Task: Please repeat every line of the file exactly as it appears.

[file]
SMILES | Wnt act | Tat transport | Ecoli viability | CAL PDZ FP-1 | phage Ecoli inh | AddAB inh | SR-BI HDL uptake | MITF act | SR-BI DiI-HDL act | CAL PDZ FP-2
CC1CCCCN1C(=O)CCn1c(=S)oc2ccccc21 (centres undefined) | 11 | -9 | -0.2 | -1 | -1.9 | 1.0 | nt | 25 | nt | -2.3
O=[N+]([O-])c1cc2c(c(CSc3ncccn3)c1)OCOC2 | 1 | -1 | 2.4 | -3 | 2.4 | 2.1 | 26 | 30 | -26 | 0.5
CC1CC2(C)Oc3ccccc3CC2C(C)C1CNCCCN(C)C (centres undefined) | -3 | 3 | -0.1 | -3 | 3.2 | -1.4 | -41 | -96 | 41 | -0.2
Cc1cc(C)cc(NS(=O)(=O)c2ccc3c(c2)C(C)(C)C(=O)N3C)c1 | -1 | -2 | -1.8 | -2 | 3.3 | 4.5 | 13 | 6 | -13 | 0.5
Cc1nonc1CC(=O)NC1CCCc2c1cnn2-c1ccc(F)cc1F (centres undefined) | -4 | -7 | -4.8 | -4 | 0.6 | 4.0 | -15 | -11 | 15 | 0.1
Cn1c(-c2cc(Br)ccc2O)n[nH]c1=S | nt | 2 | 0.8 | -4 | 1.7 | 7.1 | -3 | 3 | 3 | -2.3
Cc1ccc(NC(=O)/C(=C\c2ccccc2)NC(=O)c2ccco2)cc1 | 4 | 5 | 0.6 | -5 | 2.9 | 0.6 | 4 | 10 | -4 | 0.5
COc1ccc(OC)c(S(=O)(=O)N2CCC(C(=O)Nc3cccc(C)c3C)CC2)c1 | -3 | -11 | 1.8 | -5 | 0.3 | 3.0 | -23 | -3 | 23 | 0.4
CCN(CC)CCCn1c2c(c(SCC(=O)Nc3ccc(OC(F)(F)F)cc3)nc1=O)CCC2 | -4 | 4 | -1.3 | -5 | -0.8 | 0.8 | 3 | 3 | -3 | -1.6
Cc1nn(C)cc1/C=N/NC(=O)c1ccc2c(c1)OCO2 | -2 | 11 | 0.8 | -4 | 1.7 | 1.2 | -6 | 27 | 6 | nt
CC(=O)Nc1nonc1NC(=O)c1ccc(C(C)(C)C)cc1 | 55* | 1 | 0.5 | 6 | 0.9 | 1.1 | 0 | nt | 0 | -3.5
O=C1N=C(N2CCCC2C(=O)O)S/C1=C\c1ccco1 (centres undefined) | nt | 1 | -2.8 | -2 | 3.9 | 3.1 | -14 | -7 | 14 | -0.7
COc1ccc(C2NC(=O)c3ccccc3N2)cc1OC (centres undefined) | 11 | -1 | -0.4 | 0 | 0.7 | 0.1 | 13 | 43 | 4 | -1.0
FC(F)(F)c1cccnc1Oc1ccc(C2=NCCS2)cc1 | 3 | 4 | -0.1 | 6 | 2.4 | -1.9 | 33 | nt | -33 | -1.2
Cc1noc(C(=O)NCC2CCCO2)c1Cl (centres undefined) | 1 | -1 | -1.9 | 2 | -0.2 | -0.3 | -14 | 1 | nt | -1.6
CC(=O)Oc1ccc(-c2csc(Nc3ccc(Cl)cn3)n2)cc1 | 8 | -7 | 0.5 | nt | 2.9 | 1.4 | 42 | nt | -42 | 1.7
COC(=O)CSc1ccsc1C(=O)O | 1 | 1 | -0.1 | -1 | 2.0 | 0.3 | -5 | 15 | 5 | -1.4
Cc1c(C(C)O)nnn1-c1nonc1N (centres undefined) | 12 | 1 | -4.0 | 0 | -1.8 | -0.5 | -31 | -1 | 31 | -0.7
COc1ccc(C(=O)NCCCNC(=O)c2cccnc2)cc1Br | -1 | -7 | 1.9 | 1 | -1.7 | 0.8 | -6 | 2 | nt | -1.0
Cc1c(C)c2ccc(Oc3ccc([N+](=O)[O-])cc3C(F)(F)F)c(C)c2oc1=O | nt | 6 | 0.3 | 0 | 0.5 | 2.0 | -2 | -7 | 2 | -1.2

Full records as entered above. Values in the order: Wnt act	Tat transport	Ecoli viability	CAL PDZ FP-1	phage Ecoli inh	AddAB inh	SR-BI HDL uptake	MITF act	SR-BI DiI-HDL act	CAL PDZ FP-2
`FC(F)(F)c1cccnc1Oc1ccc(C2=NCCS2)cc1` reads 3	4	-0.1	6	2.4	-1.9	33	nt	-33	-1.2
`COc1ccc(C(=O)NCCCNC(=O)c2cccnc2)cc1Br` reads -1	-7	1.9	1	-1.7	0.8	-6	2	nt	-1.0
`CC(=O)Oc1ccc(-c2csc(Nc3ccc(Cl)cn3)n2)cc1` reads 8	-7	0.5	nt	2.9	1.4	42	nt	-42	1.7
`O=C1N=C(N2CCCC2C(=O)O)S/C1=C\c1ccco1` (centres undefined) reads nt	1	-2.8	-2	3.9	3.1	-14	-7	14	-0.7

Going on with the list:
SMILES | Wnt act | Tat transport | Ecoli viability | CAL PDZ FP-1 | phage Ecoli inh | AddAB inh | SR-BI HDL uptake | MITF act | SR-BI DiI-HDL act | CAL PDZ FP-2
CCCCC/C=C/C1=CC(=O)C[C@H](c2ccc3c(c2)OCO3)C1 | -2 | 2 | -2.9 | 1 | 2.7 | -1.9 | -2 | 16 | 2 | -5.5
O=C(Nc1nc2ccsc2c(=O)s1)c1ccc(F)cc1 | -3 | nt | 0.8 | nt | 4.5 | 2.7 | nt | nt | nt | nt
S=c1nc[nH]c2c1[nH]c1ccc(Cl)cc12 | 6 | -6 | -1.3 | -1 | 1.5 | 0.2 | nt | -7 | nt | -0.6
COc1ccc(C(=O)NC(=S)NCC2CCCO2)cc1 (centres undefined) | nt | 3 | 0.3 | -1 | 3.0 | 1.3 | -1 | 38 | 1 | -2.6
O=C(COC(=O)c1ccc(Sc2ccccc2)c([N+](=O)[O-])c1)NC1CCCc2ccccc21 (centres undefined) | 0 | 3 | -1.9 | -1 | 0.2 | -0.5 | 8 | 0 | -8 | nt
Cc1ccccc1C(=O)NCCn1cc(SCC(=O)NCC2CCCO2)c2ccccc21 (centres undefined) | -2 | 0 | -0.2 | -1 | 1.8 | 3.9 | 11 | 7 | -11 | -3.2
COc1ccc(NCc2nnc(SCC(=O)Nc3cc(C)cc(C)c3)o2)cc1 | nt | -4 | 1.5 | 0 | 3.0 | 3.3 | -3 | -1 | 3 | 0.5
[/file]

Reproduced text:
SMILES | Wnt act | Tat transport | Ecoli viability | CAL PDZ FP-1 | phage Ecoli inh | AddAB inh | SR-BI HDL uptake | MITF act | SR-BI DiI-HDL act | CAL PDZ FP-2
CC1CCCCN1C(=O)CCn1c(=S)oc2ccccc21 (centres undefined) | 11 | -9 | -0.2 | -1 | -1.9 | 1.0 | nt | 25 | nt | -2.3
O=[N+]([O-])c1cc2c(c(CSc3ncccn3)c1)OCOC2 | 1 | -1 | 2.4 | -3 | 2.4 | 2.1 | 26 | 30 | -26 | 0.5
CC1CC2(C)Oc3ccccc3CC2C(C)C1CNCCCN(C)C (centres undefined) | -3 | 3 | -0.1 | -3 | 3.2 | -1.4 | -41 | -96 | 41 | -0.2
Cc1cc(C)cc(NS(=O)(=O)c2ccc3c(c2)C(C)(C)C(=O)N3C)c1 | -1 | -2 | -1.8 | -2 | 3.3 | 4.5 | 13 | 6 | -13 | 0.5
Cc1nonc1CC(=O)NC1CCCc2c1cnn2-c1ccc(F)cc1F (centres undefined) | -4 | -7 | -4.8 | -4 | 0.6 | 4.0 | -15 | -11 | 15 | 0.1
Cn1c(-c2cc(Br)ccc2O)n[nH]c1=S | nt | 2 | 0.8 | -4 | 1.7 | 7.1 | -3 | 3 | 3 | -2.3
Cc1ccc(NC(=O)/C(=C\c2ccccc2)NC(=O)c2ccco2)cc1 | 4 | 5 | 0.6 | -5 | 2.9 | 0.6 | 4 | 10 | -4 | 0.5
COc1ccc(OC)c(S(=O)(=O)N2CCC(C(=O)Nc3cccc(C)c3C)CC2)c1 | -3 | -11 | 1.8 | -5 | 0.3 | 3.0 | -23 | -3 | 23 | 0.4
CCN(CC)CCCn1c2c(c(SCC(=O)Nc3ccc(OC(F)(F)F)cc3)nc1=O)CCC2 | -4 | 4 | -1.3 | -5 | -0.8 | 0.8 | 3 | 3 | -3 | -1.6
Cc1nn(C)cc1/C=N/NC(=O)c1ccc2c(c1)OCO2 | -2 | 11 | 0.8 | -4 | 1.7 | 1.2 | -6 | 27 | 6 | nt
CC(=O)Nc1nonc1NC(=O)c1ccc(C(C)(C)C)cc1 | 55* | 1 | 0.5 | 6 | 0.9 | 1.1 | 0 | nt | 0 | -3.5
O=C1N=C(N2CCCC2C(=O)O)S/C1=C\c1ccco1 (centres undefined) | nt | 1 | -2.8 | -2 | 3.9 | 3.1 | -14 | -7 | 14 | -0.7
COc1ccc(C2NC(=O)c3ccccc3N2)cc1OC (centres undefined) | 11 | -1 | -0.4 | 0 | 0.7 | 0.1 | 13 | 43 | 4 | -1.0
FC(F)(F)c1cccnc1Oc1ccc(C2=NCCS2)cc1 | 3 | 4 | -0.1 | 6 | 2.4 | -1.9 | 33 | nt | -33 | -1.2
Cc1noc(C(=O)NCC2CCCO2)c1Cl (centres undefined) | 1 | -1 | -1.9 | 2 | -0.2 | -0.3 | -14 | 1 | nt | -1.6
CC(=O)Oc1ccc(-c2csc(Nc3ccc(Cl)cn3)n2)cc1 | 8 | -7 | 0.5 | nt | 2.9 | 1.4 | 42 | nt | -42 | 1.7
COC(=O)CSc1ccsc1C(=O)O | 1 | 1 | -0.1 | -1 | 2.0 | 0.3 | -5 | 15 | 5 | -1.4
Cc1c(C(C)O)nnn1-c1nonc1N (centres undefined) | 12 | 1 | -4.0 | 0 | -1.8 | -0.5 | -31 | -1 | 31 | -0.7
COc1ccc(C(=O)NCCCNC(=O)c2cccnc2)cc1Br | -1 | -7 | 1.9 | 1 | -1.7 | 0.8 | -6 | 2 | nt | -1.0
Cc1c(C)c2ccc(Oc3ccc([N+](=O)[O-])cc3C(F)(F)F)c(C)c2oc1=O | nt | 6 | 0.3 | 0 | 0.5 | 2.0 | -2 | -7 | 2 | -1.2

Full records as entered above. Values in the order: Wnt act	Tat transport	Ecoli viability	CAL PDZ FP-1	phage Ecoli inh	AddAB inh	SR-BI HDL uptake	MITF act	SR-BI DiI-HDL act	CAL PDZ FP-2
`FC(F)(F)c1cccnc1Oc1ccc(C2=NCCS2)cc1` reads 3	4	-0.1	6	2.4	-1.9	33	nt	-33	-1.2
`COc1ccc(C(=O)NCCCNC(=O)c2cccnc2)cc1Br` reads -1	-7	1.9	1	-1.7	0.8	-6	2	nt	-1.0
`CC(=O)Oc1ccc(-c2csc(Nc3ccc(Cl)cn3)n2)cc1` reads 8	-7	0.5	nt	2.9	1.4	42	nt	-42	1.7
`O=C1N=C(N2CCCC2C(=O)O)S/C1=C\c1ccco1` (centres undefined) reads nt	1	-2.8	-2	3.9	3.1	-14	-7	14	-0.7

Going on with the list:
SMILES | Wnt act | Tat transport | Ecoli viability | CAL PDZ FP-1 | phage Ecoli inh | AddAB inh | SR-BI HDL uptake | MITF act | SR-BI DiI-HDL act | CAL PDZ FP-2
CCCCC/C=C/C1=CC(=O)C[C@H](c2ccc3c(c2)OCO3)C1 | -2 | 2 | -2.9 | 1 | 2.7 | -1.9 | -2 | 16 | 2 | -5.5
O=C(Nc1nc2ccsc2c(=O)s1)c1ccc(F)cc1 | -3 | nt | 0.8 | nt | 4.5 | 2.7 | nt | nt | nt | nt
S=c1nc[nH]c2c1[nH]c1ccc(Cl)cc12 | 6 | -6 | -1.3 | -1 | 1.5 | 0.2 | nt | -7 | nt | -0.6
COc1ccc(C(=O)NC(=S)NCC2CCCO2)cc1 (centres undefined) | nt | 3 | 0.3 | -1 | 3.0 | 1.3 | -1 | 38 | 1 | -2.6
O=C(COC(=O)c1ccc(Sc2ccccc2)c([N+](=O)[O-])c1)NC1CCCc2ccccc21 (centres undefined) | 0 | 3 | -1.9 | -1 | 0.2 | -0.5 | 8 | 0 | -8 | nt
Cc1ccccc1C(=O)NCCn1cc(SCC(=O)NCC2CCCO2)c2ccccc21 (centres undefined) | -2 | 0 | -0.2 | -1 | 1.8 | 3.9 | 11 | 7 | -11 | -3.2
COc1ccc(NCc2nnc(SCC(=O)Nc3cc(C)cc(C)c3)o2)cc1 | nt | -4 | 1.5 | 0 | 3.0 | 3.3 | -3 | -1 | 3 | 0.5